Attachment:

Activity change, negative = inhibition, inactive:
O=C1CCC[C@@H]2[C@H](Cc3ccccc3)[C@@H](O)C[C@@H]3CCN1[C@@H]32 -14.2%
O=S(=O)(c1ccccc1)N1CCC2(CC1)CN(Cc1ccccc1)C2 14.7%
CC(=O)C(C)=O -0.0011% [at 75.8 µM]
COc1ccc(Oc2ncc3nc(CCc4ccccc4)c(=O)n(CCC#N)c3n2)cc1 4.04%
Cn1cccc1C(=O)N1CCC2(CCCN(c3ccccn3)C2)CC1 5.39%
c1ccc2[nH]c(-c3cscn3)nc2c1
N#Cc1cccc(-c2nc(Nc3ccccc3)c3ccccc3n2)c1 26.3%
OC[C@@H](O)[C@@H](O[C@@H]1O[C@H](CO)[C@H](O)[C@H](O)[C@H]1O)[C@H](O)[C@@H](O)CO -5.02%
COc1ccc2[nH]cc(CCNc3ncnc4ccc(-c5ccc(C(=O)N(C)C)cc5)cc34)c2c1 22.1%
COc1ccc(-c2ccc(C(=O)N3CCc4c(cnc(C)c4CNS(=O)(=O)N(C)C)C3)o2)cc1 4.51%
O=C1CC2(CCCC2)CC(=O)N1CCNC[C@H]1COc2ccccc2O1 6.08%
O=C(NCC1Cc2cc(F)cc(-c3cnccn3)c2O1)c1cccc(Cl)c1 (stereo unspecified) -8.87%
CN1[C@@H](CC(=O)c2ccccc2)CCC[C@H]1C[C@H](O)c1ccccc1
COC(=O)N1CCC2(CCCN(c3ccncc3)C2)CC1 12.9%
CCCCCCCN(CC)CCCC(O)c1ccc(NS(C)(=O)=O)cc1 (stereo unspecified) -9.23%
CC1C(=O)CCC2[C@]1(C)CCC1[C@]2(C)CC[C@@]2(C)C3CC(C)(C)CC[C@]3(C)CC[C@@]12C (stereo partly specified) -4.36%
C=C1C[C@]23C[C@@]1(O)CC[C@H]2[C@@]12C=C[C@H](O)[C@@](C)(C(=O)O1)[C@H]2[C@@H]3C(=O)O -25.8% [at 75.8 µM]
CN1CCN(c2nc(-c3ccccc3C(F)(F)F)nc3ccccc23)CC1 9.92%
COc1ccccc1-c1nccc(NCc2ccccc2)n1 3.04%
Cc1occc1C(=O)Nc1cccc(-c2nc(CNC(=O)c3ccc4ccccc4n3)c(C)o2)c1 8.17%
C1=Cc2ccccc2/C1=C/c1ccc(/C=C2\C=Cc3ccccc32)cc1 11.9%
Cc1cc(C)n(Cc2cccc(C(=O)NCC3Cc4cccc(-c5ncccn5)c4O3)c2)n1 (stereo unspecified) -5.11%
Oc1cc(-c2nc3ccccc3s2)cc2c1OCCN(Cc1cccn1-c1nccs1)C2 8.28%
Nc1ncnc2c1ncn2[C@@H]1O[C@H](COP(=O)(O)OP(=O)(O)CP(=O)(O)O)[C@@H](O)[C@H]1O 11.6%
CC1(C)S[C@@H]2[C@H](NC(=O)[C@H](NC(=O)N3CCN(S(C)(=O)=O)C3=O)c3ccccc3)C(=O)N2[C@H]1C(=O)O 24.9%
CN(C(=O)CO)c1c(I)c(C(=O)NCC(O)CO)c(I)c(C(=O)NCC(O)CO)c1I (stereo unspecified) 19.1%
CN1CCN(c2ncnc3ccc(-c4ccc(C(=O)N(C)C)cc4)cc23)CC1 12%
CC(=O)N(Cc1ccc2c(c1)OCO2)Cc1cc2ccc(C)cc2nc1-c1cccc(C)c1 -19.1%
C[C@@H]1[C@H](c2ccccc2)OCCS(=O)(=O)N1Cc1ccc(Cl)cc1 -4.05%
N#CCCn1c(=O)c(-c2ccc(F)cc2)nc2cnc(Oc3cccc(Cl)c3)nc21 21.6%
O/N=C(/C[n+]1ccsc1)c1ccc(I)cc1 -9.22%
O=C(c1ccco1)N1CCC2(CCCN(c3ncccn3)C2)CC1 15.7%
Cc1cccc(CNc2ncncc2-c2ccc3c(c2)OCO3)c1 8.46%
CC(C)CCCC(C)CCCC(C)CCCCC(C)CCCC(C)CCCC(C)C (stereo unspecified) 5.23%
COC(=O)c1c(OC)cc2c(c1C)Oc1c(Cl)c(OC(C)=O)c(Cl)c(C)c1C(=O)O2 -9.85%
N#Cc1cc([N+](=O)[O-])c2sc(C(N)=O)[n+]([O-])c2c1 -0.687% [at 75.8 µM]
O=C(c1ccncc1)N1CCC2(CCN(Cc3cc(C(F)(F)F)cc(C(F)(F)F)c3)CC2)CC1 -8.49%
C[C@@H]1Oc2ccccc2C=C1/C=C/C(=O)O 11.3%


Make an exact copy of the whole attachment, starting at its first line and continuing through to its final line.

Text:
Activity change, negative = inhibition, inactive:
O=C1CCC[C@@H]2[C@H](Cc3ccccc3)[C@@H](O)C[C@@H]3CCN1[C@@H]32 -14.2%
O=S(=O)(c1ccccc1)N1CCC2(CC1)CN(Cc1ccccc1)C2 14.7%
CC(=O)C(C)=O -0.0011% [at 75.8 µM]
COc1ccc(Oc2ncc3nc(CCc4ccccc4)c(=O)n(CCC#N)c3n2)cc1 4.04%
Cn1cccc1C(=O)N1CCC2(CCCN(c3ccccn3)C2)CC1 5.39%
c1ccc2[nH]c(-c3cscn3)nc2c1
N#Cc1cccc(-c2nc(Nc3ccccc3)c3ccccc3n2)c1 26.3%
OC[C@@H](O)[C@@H](O[C@@H]1O[C@H](CO)[C@H](O)[C@H](O)[C@H]1O)[C@H](O)[C@@H](O)CO -5.02%
COc1ccc2[nH]cc(CCNc3ncnc4ccc(-c5ccc(C(=O)N(C)C)cc5)cc34)c2c1 22.1%
COc1ccc(-c2ccc(C(=O)N3CCc4c(cnc(C)c4CNS(=O)(=O)N(C)C)C3)o2)cc1 4.51%
O=C1CC2(CCCC2)CC(=O)N1CCNC[C@H]1COc2ccccc2O1 6.08%
O=C(NCC1Cc2cc(F)cc(-c3cnccn3)c2O1)c1cccc(Cl)c1 (stereo unspecified) -8.87%
CN1[C@@H](CC(=O)c2ccccc2)CCC[C@H]1C[C@H](O)c1ccccc1
COC(=O)N1CCC2(CCCN(c3ccncc3)C2)CC1 12.9%
CCCCCCCN(CC)CCCC(O)c1ccc(NS(C)(=O)=O)cc1 (stereo unspecified) -9.23%
CC1C(=O)CCC2[C@]1(C)CCC1[C@]2(C)CC[C@@]2(C)C3CC(C)(C)CC[C@]3(C)CC[C@@]12C (stereo partly specified) -4.36%
C=C1C[C@]23C[C@@]1(O)CC[C@H]2[C@@]12C=C[C@H](O)[C@@](C)(C(=O)O1)[C@H]2[C@@H]3C(=O)O -25.8% [at 75.8 µM]
CN1CCN(c2nc(-c3ccccc3C(F)(F)F)nc3ccccc23)CC1 9.92%
COc1ccccc1-c1nccc(NCc2ccccc2)n1 3.04%
Cc1occc1C(=O)Nc1cccc(-c2nc(CNC(=O)c3ccc4ccccc4n3)c(C)o2)c1 8.17%
C1=Cc2ccccc2/C1=C/c1ccc(/C=C2\C=Cc3ccccc32)cc1 11.9%
Cc1cc(C)n(Cc2cccc(C(=O)NCC3Cc4cccc(-c5ncccn5)c4O3)c2)n1 (stereo unspecified) -5.11%
Oc1cc(-c2nc3ccccc3s2)cc2c1OCCN(Cc1cccn1-c1nccs1)C2 8.28%
Nc1ncnc2c1ncn2[C@@H]1O[C@H](COP(=O)(O)OP(=O)(O)CP(=O)(O)O)[C@@H](O)[C@H]1O 11.6%
CC1(C)S[C@@H]2[C@H](NC(=O)[C@H](NC(=O)N3CCN(S(C)(=O)=O)C3=O)c3ccccc3)C(=O)N2[C@H]1C(=O)O 24.9%
CN(C(=O)CO)c1c(I)c(C(=O)NCC(O)CO)c(I)c(C(=O)NCC(O)CO)c1I (stereo unspecified) 19.1%
CN1CCN(c2ncnc3ccc(-c4ccc(C(=O)N(C)C)cc4)cc23)CC1 12%
CC(=O)N(Cc1ccc2c(c1)OCO2)Cc1cc2ccc(C)cc2nc1-c1cccc(C)c1 -19.1%
C[C@@H]1[C@H](c2ccccc2)OCCS(=O)(=O)N1Cc1ccc(Cl)cc1 -4.05%
N#CCCn1c(=O)c(-c2ccc(F)cc2)nc2cnc(Oc3cccc(Cl)c3)nc21 21.6%
O/N=C(/C[n+]1ccsc1)c1ccc(I)cc1 -9.22%
O=C(c1ccco1)N1CCC2(CCCN(c3ncccn3)C2)CC1 15.7%
Cc1cccc(CNc2ncncc2-c2ccc3c(c2)OCO3)c1 8.46%
CC(C)CCCC(C)CCCC(C)CCCCC(C)CCCC(C)CCCC(C)C (stereo unspecified) 5.23%
COC(=O)c1c(OC)cc2c(c1C)Oc1c(Cl)c(OC(C)=O)c(Cl)c(C)c1C(=O)O2 -9.85%
N#Cc1cc([N+](=O)[O-])c2sc(C(N)=O)[n+]([O-])c2c1 -0.687% [at 75.8 µM]
O=C(c1ccncc1)N1CCC2(CCN(Cc3cc(C(F)(F)F)cc(C(F)(F)F)c3)CC2)CC1 -8.49%
C[C@@H]1Oc2ccccc2C=C1/C=C/C(=O)O 11.3%